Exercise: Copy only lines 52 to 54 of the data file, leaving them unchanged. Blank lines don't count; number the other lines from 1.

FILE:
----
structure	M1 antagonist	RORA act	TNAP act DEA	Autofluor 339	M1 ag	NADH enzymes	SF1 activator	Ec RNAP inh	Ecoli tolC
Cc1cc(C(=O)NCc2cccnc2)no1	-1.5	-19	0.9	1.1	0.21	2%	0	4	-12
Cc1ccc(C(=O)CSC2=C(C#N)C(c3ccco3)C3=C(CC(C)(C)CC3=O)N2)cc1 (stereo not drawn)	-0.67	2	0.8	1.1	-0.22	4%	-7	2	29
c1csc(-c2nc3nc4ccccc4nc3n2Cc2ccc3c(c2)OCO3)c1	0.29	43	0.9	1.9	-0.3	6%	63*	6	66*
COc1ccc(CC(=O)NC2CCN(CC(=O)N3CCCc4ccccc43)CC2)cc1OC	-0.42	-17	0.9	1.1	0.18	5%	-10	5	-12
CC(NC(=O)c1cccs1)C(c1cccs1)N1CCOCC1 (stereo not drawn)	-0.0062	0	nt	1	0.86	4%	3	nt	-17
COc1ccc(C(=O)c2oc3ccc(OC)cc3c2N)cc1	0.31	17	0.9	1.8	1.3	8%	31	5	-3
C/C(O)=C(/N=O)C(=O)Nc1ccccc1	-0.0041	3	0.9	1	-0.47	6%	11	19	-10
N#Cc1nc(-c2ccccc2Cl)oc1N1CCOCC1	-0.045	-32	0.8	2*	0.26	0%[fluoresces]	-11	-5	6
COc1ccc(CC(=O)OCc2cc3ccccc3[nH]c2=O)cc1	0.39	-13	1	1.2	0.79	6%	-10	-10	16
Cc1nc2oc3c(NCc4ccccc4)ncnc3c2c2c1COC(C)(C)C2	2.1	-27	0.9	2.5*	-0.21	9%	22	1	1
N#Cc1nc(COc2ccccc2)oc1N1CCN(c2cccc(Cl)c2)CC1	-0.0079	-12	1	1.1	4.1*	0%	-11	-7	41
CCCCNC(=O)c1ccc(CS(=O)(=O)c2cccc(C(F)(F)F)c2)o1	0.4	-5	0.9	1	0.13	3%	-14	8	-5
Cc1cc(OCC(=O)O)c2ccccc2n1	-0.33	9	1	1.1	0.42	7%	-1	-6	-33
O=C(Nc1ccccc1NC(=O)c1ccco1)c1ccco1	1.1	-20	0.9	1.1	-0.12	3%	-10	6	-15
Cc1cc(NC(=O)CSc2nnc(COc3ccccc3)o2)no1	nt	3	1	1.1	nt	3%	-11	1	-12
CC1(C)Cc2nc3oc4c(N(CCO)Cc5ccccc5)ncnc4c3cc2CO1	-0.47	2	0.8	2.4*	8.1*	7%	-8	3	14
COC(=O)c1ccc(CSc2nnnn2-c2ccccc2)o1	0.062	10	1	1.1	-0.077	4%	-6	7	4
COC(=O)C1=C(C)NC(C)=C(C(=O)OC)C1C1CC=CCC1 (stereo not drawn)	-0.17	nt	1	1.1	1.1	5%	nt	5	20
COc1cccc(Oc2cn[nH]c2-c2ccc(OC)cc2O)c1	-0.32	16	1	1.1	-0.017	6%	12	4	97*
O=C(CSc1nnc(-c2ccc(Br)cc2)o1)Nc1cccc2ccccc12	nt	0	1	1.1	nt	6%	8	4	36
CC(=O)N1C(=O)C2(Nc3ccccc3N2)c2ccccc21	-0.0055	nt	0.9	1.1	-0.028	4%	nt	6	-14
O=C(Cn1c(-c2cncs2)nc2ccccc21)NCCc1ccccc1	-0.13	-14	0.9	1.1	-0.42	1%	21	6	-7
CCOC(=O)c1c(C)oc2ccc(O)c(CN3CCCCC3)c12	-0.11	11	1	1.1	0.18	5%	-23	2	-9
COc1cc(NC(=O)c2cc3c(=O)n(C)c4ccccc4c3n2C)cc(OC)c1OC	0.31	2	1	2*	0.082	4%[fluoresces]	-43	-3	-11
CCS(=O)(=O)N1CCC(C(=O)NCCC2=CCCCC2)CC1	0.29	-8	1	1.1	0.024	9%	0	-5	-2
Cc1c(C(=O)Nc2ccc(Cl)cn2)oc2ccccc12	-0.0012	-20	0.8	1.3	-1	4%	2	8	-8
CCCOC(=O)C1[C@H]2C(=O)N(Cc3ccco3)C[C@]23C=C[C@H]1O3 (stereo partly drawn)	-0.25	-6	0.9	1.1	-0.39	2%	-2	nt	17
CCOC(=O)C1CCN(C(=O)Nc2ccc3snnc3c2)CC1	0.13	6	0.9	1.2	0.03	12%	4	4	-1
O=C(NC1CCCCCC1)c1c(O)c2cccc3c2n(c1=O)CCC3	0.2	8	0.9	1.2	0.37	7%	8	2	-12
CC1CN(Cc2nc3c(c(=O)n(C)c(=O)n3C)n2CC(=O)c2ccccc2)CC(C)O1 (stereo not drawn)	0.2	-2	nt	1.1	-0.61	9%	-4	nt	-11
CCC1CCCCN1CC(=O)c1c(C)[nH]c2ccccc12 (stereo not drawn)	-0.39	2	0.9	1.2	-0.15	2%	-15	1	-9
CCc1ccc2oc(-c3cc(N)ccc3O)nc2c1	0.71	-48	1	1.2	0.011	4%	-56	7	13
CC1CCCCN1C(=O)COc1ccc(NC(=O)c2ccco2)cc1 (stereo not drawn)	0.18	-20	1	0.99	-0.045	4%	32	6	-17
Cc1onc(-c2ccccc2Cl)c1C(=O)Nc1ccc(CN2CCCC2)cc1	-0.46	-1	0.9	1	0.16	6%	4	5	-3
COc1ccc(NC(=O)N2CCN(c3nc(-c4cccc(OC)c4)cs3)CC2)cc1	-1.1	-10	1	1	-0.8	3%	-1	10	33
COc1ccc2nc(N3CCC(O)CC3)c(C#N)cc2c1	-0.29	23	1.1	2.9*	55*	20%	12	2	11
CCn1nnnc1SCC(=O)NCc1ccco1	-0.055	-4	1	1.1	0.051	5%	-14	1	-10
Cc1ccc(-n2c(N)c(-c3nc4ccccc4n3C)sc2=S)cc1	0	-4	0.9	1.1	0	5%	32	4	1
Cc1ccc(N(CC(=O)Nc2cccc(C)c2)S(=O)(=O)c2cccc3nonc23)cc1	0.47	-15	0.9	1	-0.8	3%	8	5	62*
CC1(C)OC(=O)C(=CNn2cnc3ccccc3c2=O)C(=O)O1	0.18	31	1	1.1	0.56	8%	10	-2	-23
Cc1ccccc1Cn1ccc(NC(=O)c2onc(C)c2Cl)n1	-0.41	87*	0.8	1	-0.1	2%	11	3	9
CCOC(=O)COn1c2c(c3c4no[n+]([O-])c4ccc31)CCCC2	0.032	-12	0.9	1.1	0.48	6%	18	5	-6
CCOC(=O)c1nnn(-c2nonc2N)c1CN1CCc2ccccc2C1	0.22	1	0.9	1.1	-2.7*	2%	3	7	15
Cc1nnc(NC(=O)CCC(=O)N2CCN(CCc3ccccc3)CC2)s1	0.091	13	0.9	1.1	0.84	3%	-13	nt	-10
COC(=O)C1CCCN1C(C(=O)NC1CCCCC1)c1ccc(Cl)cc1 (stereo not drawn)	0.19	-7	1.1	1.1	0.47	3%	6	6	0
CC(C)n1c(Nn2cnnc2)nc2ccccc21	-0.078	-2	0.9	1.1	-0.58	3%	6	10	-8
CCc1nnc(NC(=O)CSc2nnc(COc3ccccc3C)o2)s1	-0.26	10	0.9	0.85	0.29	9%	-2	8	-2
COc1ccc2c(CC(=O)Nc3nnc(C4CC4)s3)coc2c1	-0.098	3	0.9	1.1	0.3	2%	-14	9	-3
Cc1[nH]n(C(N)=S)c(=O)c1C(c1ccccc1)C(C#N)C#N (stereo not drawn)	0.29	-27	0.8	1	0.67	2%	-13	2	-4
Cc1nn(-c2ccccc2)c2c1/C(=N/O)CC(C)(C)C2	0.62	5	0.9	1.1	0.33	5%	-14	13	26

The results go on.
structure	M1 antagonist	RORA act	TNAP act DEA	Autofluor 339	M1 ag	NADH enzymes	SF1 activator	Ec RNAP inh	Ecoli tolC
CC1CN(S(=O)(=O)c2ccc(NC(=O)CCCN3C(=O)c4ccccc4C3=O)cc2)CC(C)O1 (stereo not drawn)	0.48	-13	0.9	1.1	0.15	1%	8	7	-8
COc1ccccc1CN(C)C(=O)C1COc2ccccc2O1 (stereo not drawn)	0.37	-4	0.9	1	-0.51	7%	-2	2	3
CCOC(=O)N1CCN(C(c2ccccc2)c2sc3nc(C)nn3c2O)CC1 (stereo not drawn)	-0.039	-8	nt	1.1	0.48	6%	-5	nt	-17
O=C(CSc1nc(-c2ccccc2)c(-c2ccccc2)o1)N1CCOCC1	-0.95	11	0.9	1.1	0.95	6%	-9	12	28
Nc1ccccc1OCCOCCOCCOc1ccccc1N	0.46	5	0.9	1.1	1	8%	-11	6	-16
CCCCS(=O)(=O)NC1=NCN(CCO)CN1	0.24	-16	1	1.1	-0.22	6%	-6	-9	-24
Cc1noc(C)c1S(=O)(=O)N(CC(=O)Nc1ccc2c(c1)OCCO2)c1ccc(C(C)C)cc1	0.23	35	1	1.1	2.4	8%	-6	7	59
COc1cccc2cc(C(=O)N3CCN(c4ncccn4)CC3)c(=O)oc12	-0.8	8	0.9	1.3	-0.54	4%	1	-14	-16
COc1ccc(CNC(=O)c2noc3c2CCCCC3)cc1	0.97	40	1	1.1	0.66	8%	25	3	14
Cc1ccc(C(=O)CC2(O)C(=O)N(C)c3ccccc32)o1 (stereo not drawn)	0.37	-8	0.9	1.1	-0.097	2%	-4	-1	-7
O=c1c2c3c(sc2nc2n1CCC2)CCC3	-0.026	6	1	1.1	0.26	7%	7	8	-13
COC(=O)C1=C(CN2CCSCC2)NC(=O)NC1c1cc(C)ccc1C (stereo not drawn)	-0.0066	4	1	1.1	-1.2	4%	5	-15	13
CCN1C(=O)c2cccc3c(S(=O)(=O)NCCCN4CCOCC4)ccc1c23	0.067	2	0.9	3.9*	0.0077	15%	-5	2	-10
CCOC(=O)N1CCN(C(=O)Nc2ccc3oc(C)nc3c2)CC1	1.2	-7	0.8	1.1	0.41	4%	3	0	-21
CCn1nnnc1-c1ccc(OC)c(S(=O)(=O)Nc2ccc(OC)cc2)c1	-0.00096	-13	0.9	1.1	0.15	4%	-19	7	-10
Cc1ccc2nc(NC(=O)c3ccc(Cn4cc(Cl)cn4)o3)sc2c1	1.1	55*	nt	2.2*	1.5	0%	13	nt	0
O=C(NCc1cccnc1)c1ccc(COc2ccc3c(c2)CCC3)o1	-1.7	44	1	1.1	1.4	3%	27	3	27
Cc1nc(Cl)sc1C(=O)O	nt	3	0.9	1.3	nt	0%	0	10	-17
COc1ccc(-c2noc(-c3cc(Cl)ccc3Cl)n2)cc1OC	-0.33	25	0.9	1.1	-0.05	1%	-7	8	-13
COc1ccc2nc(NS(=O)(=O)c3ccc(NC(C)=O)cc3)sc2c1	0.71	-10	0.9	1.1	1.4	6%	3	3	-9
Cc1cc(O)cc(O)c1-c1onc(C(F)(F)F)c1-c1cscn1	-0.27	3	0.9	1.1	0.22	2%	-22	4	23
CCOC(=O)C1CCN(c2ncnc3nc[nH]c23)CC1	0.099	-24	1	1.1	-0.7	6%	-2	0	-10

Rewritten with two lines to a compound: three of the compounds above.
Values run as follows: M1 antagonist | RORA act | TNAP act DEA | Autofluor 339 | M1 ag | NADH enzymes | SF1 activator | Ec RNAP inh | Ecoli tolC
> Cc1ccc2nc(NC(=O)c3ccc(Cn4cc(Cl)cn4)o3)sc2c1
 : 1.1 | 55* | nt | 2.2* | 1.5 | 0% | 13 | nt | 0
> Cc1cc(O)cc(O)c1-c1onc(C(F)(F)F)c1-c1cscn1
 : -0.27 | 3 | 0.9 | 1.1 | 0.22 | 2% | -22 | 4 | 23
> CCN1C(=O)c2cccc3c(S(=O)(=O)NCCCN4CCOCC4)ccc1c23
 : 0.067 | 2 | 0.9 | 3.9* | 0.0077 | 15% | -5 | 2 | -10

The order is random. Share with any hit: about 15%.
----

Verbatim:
The results go on.
structure	M1 antagonist	RORA act	TNAP act DEA	Autofluor 339	M1 ag	NADH enzymes	SF1 activator	Ec RNAP inh	Ecoli tolC
CC1CN(S(=O)(=O)c2ccc(NC(=O)CCCN3C(=O)c4ccccc4C3=O)cc2)CC(C)O1 (stereo not drawn)	0.48	-13	0.9	1.1	0.15	1%	8	7	-8